His name is John, and he's a recovering hacker.
For two years, John says, his computer was his best friend. He spent hour after hour holed away in his bedroom, gabbing via modem with faceless fellow hackers about their latest scams--all the while, using access codes to evade those pesky long-distance charges.
Then a Southern California telephone company put an end to his fun. In an out-of-court settlement, he and his parents make monthly payments to reimburse the firm for the thousands of dollars of service John filched.
The 19-year-old Orange County college student, who requested anonymity, today says that his "bust"--though devastating at the time--was a blessing in disguise.
"Now I'm exploring other aspects of life," he says. "I've started to do things I didn't do before because I was so engrossed in my computer. I've taken up guitar, I'm going out with friends. I'm not dependent on my computer anymore as an escape from reality."
John's brush with high-tech crime began harmlessly enough. As a young computer whiz who "never really fit in at school," he discovered his own clique of buddies through computer bulletin boards. "All those phone calls started to get expensive," he says.
Eventually--after he proved himself worthy of the honor--his new-found friends introduced him to the illicit bulletin boards through which they shared access codes and hacking software programs.
"Everybody reassured me that it was OK (to skirt telephone charges) and that everybody else did it," John says. "Once I got involved, I liked the system. It made it easier to conceal from my parents how much I was using the phone."
The "elite circle of hackers," as John calls them, viewed their hobby more as an intellectual challenge than as theft. Their shenanigans went beyond swiping telephone service to deciphering bank credit card numbers.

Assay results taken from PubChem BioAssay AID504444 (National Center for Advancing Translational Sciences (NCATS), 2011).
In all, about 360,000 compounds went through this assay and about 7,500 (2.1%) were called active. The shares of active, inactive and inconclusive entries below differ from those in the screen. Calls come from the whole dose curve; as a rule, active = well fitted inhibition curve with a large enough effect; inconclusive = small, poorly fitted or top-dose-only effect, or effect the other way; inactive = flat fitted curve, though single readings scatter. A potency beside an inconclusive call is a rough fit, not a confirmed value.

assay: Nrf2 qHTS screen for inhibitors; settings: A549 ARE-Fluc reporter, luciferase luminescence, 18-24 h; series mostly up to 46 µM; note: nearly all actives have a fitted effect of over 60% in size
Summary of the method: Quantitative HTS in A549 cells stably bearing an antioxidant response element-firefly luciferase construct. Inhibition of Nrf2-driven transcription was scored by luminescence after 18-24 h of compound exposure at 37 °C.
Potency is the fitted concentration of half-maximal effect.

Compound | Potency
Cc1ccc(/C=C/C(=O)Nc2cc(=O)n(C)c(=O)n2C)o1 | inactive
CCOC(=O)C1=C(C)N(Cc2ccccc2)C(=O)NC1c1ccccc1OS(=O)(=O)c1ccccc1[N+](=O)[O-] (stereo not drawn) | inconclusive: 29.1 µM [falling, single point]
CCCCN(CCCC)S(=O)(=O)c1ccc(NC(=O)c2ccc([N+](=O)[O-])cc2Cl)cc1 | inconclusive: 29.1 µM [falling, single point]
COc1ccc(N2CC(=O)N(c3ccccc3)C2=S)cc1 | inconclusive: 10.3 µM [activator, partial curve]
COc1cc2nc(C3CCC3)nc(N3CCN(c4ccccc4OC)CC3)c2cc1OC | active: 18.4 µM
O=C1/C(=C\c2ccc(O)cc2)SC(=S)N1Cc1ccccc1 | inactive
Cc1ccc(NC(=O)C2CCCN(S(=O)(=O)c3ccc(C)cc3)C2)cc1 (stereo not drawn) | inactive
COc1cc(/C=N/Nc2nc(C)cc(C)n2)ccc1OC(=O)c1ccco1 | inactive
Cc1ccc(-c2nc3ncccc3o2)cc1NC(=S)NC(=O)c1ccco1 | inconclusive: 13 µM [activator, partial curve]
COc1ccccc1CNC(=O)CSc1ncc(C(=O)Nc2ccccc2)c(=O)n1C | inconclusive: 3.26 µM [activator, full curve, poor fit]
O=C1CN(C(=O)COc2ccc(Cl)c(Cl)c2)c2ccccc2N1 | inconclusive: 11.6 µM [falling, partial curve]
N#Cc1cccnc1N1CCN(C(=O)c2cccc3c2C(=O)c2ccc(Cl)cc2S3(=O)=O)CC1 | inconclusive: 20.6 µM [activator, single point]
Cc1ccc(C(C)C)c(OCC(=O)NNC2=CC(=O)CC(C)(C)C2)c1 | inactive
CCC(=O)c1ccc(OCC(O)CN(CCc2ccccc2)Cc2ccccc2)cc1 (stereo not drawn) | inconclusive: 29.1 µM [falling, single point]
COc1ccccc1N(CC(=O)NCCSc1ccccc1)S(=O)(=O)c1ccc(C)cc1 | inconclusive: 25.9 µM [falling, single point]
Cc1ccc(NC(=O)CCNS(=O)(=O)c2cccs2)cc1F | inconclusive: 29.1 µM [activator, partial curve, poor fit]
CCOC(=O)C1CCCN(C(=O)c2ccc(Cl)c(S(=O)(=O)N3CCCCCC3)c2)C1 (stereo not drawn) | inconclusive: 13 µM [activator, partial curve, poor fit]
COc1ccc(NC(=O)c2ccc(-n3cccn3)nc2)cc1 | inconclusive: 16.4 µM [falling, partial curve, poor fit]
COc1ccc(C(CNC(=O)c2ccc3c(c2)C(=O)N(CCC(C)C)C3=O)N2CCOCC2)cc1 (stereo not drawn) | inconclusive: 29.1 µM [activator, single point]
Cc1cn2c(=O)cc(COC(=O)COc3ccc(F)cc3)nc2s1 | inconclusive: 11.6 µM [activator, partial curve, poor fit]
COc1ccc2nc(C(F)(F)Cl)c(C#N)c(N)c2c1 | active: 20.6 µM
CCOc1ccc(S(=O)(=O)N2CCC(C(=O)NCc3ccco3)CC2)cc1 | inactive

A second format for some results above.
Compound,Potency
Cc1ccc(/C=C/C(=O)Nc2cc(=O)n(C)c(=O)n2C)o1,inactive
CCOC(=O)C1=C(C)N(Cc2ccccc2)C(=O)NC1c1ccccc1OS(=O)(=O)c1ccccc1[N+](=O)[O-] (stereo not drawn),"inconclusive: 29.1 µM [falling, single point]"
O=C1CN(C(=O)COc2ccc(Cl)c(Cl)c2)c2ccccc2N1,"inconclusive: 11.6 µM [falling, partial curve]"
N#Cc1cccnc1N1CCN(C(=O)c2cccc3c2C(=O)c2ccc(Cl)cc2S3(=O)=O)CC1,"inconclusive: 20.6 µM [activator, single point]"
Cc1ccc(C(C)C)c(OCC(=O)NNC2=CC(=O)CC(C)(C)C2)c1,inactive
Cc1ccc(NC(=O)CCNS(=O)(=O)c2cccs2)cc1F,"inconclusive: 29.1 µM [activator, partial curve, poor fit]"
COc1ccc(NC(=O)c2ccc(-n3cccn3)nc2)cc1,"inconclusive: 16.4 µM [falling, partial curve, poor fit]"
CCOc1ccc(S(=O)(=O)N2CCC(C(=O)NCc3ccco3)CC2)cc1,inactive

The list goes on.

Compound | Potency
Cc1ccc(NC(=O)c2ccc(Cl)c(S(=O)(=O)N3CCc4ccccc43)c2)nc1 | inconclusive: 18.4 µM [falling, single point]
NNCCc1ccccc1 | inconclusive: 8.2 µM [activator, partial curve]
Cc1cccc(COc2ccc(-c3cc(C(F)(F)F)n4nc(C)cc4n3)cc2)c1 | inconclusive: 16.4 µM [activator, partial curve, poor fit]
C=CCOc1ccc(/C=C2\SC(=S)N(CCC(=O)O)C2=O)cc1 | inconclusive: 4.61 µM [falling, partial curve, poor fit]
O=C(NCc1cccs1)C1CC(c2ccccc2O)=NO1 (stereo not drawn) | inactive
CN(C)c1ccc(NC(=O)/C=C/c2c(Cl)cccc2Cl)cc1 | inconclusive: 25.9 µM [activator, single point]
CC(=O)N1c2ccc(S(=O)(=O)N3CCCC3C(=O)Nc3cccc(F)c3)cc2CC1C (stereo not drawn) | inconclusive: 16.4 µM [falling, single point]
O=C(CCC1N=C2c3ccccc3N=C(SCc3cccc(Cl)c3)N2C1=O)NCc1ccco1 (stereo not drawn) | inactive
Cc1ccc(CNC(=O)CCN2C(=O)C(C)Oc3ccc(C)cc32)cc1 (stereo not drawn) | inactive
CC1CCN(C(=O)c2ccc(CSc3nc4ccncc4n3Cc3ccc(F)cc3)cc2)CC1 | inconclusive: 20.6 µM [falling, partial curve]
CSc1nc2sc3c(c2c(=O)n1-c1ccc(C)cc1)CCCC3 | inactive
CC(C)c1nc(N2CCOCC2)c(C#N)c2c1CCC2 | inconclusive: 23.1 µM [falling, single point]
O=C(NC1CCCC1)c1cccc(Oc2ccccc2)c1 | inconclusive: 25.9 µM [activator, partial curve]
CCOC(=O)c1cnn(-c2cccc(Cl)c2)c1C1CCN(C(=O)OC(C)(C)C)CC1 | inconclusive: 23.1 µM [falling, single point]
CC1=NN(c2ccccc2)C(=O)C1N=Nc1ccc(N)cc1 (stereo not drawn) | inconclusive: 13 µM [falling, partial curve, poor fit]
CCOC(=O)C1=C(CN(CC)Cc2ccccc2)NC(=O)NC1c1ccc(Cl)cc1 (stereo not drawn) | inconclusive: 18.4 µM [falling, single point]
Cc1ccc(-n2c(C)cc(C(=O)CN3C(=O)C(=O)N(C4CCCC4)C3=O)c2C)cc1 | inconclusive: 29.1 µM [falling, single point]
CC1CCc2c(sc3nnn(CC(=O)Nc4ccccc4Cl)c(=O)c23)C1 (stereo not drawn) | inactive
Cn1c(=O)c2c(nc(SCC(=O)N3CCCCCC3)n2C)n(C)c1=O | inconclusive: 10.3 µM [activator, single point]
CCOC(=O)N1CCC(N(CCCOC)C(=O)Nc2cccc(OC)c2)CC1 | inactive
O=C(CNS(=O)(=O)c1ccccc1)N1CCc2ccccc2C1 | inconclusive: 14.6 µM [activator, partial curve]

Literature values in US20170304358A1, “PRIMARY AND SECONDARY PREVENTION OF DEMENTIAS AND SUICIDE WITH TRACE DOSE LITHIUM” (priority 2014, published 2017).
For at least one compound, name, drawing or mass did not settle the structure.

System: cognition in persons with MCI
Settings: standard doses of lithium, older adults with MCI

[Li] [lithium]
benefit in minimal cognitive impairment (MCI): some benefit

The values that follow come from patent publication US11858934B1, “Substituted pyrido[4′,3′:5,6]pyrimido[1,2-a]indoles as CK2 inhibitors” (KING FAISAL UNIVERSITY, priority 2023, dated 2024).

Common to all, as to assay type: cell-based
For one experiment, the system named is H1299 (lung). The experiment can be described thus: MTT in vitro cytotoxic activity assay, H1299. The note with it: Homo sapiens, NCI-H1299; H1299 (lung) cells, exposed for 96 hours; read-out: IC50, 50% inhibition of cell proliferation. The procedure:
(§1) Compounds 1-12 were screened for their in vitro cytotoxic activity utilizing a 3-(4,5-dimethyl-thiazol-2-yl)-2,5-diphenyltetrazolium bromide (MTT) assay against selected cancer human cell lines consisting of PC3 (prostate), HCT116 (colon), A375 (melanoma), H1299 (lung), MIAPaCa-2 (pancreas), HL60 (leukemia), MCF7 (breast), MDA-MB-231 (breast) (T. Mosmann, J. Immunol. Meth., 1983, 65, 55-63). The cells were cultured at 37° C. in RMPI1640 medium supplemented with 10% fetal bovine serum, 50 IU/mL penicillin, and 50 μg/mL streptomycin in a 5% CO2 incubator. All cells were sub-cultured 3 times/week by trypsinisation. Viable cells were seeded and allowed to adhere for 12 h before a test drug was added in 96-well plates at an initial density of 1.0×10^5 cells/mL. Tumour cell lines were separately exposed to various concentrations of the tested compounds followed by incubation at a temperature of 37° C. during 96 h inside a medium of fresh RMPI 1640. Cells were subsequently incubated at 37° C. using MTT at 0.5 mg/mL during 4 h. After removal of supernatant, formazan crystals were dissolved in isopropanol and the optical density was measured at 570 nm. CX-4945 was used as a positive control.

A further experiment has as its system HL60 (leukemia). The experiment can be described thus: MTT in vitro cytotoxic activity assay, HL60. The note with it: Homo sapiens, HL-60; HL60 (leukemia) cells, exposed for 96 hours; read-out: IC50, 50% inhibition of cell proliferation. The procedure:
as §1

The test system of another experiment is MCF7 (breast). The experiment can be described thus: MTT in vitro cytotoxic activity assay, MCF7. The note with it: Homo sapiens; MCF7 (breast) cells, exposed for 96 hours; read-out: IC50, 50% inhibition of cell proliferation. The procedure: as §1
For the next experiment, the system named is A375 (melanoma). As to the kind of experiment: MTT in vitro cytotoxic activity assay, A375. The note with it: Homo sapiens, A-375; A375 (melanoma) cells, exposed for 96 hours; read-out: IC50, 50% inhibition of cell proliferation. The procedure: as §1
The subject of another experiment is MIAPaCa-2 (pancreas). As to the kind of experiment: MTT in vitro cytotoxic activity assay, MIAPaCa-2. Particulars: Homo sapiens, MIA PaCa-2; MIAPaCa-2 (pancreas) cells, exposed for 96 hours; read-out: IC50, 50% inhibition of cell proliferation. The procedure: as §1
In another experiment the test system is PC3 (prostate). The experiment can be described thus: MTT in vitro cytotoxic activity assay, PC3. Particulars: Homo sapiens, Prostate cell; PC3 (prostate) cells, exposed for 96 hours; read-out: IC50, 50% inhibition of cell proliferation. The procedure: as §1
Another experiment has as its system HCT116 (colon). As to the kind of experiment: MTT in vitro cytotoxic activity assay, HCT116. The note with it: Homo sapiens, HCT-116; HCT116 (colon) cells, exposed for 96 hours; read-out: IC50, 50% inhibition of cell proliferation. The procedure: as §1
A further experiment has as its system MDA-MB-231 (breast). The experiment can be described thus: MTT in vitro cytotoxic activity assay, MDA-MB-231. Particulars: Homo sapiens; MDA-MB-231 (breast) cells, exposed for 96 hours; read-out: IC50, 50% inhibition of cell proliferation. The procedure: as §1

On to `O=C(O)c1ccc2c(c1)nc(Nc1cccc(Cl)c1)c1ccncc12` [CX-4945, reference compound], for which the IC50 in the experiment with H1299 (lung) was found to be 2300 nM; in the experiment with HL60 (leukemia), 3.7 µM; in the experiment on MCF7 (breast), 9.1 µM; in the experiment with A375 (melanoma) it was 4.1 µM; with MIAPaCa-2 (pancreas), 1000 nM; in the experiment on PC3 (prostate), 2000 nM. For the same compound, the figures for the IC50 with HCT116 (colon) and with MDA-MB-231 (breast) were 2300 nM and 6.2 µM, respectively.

"When someone would share a credit card number, they got a lot of recognition," John says. "Everyone would be all, 'Wow, thanks, I'm going to order me a brand-new modem with that.' "
To climb the social ladder within the fraternity, members boastfully divulged the handy numbers they had uncovered: "It was a sign of greatness that, supposedly, you had so many codes you didn't know what to do with them, so you were sharing the wealth."
Entering the furtive world of computer hackers was like becoming a character in a video game. "They all had handles, or aliases, like Superman and Maxwell Smart," John says. "The younger kids are influenced by super-heroes and comic books.
"Some of these people appeared to be gods. There was one group known as the Humble Gods. They thought of themselves as leaders of this little underground business. For the most part, hacking is just trying to be someone you're not, trying to present this image of greatness."
That mystic world of knights and dragons came to a crashing halt last year when one of the telephone companies John had conquered rang up his parents and tattled. "My mom and dad were pretty upset, pretty ashamed," he says.
"My first emotion was anger. I don't know if I was angry at myself for hacking, or at the people who told me I could get away with it, or at the telephone company for catching me. But then I started to realize that what I had done was wrong and that it was time to pay the piper."